Professional brass players play ‘Ode to Joy’ outside UK parliament to protest Brexit


11 October 2019, 16:20

Yesterday, over 50 musicians congregated in Westminster’s Parliament Square in a musical protest against Brexit.

Over 50 professional UK brass players met in Westminster yesterday (10 October) to protest against Brexit.

The ‘Brass Against Brexit’ ensemble, led by English National Opera’s principal conductor Martyn Brabbins, played an adapted version of Beethoven’s famous anthem to freedom, ‘Ode to Joy’ – also known as the EU anthem.

British trumpet virtuoso Alison Balsom was among the musicians playing:

“One of our most precious assets which makes our country relevant on the International stage is our legacy in arts and culture,” she said after the performance.

“Almost nothing has been said about how we will manage the devastating loss of tens of thousands of top ambassadors – musicians – being able to travel freely across Europe and create harmony with people from other societies and of all nationalities.”

Read more: British musicians travelling to the EU face £1,000 bill and more red tape with a no-deal Brexit >

Balsom, who has also been outspoken about the music crisis in UK schools, continued: “I’ve always been so proud to be British – especially when in other countries in Europe.

“I want to show the rest of Europe that me and my fellow musicians here today do not support this situation – and you’d be hard pressed to find a musician who does.”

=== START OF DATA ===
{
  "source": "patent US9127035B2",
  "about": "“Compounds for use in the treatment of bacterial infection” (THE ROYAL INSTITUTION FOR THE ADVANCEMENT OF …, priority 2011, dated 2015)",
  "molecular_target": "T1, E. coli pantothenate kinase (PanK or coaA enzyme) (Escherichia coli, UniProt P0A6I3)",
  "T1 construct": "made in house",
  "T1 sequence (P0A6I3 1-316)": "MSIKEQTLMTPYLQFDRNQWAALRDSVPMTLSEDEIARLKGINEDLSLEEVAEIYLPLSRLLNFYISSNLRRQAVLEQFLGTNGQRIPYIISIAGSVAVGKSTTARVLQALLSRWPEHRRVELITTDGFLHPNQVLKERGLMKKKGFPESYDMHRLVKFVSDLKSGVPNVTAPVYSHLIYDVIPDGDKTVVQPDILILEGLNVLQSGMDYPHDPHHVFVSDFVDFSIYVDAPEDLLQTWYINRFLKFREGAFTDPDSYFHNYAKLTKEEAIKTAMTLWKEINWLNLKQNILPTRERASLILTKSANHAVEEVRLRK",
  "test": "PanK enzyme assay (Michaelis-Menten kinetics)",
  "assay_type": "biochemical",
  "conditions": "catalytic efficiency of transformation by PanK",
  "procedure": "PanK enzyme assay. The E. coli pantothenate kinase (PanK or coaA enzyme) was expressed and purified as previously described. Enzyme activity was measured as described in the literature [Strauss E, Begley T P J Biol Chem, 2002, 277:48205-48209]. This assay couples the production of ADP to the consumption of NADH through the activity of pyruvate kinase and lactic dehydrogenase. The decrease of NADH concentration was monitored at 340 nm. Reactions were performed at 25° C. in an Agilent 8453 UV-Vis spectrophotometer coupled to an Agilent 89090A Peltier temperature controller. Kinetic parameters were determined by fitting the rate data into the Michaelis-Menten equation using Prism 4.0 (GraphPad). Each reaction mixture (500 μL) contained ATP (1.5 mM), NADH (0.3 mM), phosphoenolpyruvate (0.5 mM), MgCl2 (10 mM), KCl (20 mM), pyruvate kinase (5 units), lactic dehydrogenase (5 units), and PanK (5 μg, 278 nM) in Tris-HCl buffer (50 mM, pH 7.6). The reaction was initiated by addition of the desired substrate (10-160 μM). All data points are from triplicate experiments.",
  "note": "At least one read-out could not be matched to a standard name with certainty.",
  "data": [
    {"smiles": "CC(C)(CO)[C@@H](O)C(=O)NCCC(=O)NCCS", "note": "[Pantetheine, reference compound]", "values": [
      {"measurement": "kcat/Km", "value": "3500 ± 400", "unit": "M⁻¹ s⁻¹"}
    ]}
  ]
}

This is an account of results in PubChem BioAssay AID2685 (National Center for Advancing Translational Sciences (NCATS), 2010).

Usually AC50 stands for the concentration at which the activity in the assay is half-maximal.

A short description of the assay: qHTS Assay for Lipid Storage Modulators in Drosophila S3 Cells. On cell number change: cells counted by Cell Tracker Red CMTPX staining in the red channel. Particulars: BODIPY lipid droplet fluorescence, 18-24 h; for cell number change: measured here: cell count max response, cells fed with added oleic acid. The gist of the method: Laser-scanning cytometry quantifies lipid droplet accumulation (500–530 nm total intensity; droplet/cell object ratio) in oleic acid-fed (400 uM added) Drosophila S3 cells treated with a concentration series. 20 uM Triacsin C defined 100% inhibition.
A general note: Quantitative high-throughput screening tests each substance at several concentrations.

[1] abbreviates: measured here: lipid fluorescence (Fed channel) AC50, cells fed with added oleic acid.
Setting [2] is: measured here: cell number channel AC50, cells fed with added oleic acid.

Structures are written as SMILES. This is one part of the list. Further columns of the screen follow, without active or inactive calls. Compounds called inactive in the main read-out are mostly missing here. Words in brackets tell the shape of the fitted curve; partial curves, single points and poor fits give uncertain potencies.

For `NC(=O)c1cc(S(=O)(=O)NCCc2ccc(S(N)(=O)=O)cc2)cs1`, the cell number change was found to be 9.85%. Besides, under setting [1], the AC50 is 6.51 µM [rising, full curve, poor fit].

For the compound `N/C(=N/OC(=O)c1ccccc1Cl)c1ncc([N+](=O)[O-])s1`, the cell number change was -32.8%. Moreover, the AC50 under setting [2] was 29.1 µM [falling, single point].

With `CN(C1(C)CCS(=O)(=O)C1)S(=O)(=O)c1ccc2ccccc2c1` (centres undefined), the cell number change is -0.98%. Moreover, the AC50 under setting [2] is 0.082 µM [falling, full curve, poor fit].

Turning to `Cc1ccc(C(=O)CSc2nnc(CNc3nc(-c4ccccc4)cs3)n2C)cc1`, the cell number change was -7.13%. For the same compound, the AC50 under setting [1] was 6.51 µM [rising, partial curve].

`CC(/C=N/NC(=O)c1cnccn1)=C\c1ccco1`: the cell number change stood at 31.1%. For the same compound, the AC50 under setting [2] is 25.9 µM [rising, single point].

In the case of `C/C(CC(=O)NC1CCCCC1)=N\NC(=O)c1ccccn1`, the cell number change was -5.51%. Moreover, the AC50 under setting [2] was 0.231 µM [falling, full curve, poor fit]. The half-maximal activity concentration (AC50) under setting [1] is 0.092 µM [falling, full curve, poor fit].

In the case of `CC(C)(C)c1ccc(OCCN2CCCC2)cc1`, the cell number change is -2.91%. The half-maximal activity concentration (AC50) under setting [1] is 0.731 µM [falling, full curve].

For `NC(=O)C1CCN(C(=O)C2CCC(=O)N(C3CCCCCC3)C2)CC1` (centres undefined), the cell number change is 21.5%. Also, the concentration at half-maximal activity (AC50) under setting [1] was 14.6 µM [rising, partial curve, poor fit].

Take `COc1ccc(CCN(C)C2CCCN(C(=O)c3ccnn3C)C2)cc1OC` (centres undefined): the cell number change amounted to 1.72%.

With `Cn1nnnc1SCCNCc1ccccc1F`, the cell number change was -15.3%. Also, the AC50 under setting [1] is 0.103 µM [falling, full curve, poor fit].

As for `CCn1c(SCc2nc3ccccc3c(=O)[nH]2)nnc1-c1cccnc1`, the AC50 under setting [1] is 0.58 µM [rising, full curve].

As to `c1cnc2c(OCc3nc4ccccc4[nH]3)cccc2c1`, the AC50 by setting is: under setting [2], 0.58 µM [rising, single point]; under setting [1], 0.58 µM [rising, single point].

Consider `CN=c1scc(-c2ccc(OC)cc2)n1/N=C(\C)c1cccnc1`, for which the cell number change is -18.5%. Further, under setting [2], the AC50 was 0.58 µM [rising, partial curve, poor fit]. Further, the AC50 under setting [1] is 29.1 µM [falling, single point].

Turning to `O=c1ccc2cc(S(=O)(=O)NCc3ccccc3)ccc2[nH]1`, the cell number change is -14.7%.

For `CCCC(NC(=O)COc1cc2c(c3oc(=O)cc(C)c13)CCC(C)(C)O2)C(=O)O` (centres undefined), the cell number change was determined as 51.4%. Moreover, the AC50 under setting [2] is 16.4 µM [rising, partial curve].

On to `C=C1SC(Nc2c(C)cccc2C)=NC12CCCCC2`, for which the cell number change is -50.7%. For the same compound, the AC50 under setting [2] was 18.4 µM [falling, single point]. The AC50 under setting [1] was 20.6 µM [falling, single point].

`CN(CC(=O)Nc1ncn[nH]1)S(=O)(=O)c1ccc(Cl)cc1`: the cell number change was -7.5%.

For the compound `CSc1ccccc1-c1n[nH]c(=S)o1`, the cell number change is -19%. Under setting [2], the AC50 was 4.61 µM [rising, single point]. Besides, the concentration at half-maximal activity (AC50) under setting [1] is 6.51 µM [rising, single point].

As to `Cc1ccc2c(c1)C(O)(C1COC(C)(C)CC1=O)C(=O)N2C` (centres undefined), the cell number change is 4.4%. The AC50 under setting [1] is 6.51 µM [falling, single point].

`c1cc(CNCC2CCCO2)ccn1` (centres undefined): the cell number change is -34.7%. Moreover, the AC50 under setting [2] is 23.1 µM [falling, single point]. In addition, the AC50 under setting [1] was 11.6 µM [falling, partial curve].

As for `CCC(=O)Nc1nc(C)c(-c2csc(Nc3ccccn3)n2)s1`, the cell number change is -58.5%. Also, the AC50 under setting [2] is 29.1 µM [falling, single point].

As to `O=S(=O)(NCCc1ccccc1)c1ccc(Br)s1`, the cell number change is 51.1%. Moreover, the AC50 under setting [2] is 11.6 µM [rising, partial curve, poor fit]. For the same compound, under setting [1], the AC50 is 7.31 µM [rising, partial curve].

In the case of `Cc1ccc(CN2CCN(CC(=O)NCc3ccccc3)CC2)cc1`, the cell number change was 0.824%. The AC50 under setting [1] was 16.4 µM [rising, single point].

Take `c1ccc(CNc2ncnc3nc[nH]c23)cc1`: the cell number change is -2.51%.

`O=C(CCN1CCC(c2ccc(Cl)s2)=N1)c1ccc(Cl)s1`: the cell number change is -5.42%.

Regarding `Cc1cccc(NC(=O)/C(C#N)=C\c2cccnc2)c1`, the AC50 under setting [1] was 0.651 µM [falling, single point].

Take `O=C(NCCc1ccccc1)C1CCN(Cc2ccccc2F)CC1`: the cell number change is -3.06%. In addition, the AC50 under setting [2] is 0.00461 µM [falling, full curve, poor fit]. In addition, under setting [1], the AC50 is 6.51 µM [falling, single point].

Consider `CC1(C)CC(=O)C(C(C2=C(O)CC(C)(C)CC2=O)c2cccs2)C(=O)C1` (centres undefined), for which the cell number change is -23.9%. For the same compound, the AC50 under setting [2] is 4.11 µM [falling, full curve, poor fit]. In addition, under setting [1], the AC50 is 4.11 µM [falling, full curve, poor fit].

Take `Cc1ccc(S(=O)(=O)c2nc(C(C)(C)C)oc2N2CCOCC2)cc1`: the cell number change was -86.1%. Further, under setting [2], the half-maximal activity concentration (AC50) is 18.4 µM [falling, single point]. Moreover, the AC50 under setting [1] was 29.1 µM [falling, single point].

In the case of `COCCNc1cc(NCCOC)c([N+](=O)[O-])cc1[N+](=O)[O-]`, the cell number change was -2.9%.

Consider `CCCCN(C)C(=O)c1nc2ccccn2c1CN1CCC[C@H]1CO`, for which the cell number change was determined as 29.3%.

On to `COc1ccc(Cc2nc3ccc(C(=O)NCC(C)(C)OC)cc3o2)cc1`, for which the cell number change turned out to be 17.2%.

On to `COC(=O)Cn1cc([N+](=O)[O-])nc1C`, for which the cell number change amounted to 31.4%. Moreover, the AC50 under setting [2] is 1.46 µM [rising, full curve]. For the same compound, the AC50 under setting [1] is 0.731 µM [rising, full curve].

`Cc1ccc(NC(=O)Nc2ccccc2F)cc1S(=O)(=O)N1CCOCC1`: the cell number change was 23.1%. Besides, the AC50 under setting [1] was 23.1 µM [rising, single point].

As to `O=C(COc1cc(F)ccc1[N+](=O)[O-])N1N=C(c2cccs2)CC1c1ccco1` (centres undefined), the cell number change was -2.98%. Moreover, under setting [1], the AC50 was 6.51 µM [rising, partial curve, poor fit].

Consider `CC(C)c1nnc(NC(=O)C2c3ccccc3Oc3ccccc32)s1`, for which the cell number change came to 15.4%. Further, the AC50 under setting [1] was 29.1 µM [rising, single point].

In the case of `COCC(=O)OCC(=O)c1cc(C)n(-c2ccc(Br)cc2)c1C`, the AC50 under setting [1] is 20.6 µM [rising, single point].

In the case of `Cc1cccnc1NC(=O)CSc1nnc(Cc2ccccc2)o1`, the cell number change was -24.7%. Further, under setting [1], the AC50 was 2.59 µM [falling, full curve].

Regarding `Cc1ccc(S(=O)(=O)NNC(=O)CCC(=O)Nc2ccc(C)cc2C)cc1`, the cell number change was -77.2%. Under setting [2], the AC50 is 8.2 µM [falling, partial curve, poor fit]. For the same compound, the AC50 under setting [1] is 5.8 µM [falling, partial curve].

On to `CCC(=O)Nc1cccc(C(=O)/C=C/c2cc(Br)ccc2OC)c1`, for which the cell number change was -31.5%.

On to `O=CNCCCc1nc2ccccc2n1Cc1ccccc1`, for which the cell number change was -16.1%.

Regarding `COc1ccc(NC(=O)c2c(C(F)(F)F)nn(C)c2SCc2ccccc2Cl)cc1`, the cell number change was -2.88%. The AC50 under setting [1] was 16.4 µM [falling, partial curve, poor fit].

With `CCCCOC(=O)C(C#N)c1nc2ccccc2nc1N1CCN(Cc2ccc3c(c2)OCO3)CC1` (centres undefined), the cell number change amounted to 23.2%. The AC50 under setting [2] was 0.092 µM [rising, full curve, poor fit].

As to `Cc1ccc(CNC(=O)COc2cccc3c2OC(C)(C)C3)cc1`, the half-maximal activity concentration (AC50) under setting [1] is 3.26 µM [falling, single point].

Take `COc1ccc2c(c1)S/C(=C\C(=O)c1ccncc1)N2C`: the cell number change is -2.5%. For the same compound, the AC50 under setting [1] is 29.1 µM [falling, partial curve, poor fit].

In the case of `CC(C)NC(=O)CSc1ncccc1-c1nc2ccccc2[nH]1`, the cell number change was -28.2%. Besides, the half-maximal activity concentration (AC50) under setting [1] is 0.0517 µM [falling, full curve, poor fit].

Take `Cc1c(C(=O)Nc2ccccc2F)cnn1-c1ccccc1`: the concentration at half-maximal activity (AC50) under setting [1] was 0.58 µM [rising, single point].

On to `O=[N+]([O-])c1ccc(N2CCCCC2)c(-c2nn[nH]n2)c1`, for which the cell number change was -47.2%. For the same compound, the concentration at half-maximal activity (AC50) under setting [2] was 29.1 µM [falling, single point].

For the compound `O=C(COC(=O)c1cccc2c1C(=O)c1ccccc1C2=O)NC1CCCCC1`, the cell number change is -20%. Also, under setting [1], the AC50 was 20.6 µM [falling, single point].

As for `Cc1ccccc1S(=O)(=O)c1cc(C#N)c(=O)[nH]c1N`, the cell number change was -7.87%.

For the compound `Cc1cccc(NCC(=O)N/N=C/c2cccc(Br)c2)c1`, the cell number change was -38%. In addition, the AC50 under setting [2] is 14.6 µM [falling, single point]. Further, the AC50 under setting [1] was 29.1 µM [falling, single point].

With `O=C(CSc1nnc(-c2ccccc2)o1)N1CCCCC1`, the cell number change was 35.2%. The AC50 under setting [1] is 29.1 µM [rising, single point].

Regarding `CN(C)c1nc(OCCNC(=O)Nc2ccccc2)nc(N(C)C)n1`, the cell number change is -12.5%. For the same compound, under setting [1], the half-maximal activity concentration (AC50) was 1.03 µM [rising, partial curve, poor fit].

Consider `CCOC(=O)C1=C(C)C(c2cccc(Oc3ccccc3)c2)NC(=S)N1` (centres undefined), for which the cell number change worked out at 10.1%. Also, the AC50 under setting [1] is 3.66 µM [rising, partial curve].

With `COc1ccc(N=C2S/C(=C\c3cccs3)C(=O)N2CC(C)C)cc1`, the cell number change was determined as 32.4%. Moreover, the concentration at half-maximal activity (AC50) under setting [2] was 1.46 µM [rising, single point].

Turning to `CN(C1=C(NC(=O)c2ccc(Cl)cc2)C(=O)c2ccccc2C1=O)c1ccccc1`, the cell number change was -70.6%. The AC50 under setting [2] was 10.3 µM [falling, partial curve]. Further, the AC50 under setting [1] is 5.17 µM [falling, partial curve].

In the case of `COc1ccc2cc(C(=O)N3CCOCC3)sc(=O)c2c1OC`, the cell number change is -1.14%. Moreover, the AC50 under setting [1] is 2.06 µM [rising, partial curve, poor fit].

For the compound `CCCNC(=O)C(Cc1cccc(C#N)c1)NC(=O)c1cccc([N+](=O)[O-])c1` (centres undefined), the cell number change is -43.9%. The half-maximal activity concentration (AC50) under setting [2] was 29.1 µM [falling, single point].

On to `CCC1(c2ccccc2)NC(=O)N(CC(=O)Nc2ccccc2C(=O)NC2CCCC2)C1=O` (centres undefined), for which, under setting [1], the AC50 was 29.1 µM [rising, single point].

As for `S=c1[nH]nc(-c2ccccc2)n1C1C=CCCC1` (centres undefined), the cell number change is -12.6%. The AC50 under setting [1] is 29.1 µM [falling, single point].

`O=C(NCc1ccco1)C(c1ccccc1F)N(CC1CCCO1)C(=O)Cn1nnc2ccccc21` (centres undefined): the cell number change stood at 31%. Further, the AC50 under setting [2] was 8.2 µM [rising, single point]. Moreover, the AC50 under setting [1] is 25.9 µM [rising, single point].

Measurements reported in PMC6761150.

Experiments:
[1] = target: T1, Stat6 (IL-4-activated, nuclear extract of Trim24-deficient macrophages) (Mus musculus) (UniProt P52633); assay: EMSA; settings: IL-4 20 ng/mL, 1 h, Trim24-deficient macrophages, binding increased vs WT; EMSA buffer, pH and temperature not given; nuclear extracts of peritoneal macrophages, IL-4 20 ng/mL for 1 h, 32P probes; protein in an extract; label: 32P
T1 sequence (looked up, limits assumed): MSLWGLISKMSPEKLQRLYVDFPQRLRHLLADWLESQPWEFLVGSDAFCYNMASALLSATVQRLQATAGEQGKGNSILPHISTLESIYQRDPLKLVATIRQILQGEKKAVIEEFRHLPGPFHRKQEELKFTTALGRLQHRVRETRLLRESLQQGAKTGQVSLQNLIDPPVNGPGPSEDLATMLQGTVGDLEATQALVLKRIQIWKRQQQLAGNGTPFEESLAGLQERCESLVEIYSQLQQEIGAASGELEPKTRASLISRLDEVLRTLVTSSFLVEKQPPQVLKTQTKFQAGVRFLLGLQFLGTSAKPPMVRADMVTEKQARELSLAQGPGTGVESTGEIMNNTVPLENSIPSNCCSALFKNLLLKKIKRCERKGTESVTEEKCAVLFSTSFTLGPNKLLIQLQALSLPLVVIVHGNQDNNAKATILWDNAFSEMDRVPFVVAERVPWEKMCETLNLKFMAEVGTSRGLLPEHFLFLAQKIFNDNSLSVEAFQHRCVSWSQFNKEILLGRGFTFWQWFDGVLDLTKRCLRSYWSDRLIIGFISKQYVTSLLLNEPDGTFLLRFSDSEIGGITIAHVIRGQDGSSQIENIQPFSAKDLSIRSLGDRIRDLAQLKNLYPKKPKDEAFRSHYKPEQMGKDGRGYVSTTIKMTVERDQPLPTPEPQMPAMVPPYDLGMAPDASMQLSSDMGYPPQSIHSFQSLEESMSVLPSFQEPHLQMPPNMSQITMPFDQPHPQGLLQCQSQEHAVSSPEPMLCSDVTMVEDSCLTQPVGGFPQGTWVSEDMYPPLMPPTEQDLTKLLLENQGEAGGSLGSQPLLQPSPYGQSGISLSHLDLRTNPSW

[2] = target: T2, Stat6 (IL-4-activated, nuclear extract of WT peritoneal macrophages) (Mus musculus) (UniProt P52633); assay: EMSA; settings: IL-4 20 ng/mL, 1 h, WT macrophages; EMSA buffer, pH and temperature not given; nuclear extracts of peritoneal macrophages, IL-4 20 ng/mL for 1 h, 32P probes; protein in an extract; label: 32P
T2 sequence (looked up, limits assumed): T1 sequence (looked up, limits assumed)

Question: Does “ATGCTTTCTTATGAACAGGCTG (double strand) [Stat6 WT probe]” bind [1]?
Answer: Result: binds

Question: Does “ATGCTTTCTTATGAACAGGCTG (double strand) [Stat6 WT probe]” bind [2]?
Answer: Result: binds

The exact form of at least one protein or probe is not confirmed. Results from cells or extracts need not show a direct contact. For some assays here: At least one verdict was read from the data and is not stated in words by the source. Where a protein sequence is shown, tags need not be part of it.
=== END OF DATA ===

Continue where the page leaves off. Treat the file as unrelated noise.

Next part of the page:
‘Ode to Joy’, the great choral section from Beethoven’s Symphony No. 9, has become contentious over the last few months.

In July, Brexit Party MEPs turned their backs on Beethoven’s ‘Ode to Joy’ during the EU Parliament’s opening ceremony, in a protest against the European Union.

Just a week later, the Guardian reported that a Brexiteer called for a boycott of the Midlands’ Three Choirs Festival, because they had programmed ‘Ode to Joy’ for their finale.

Read more: Brexit Party MEPs turn their backs on Beethoven’s ‘Ode to Joy’ in protest against EU >

In August, the Incorporated Society of Musicians addressed predictions of the costs British musicians will be faced with in the event of a no-deal Brexit.

The society calculated that musicians who travel to the EU27 and carry an instrument will incur additional costs of up to £1,000 per year in a no-deal Brexit.

Yesterday’s musical protest is far from the first of its kind. On 8 October, 60 young people from Royal Birmingham Conservatoire Folk Ensemble travelled to the European Parliament to play music in protest against the UK leaving the European Union.


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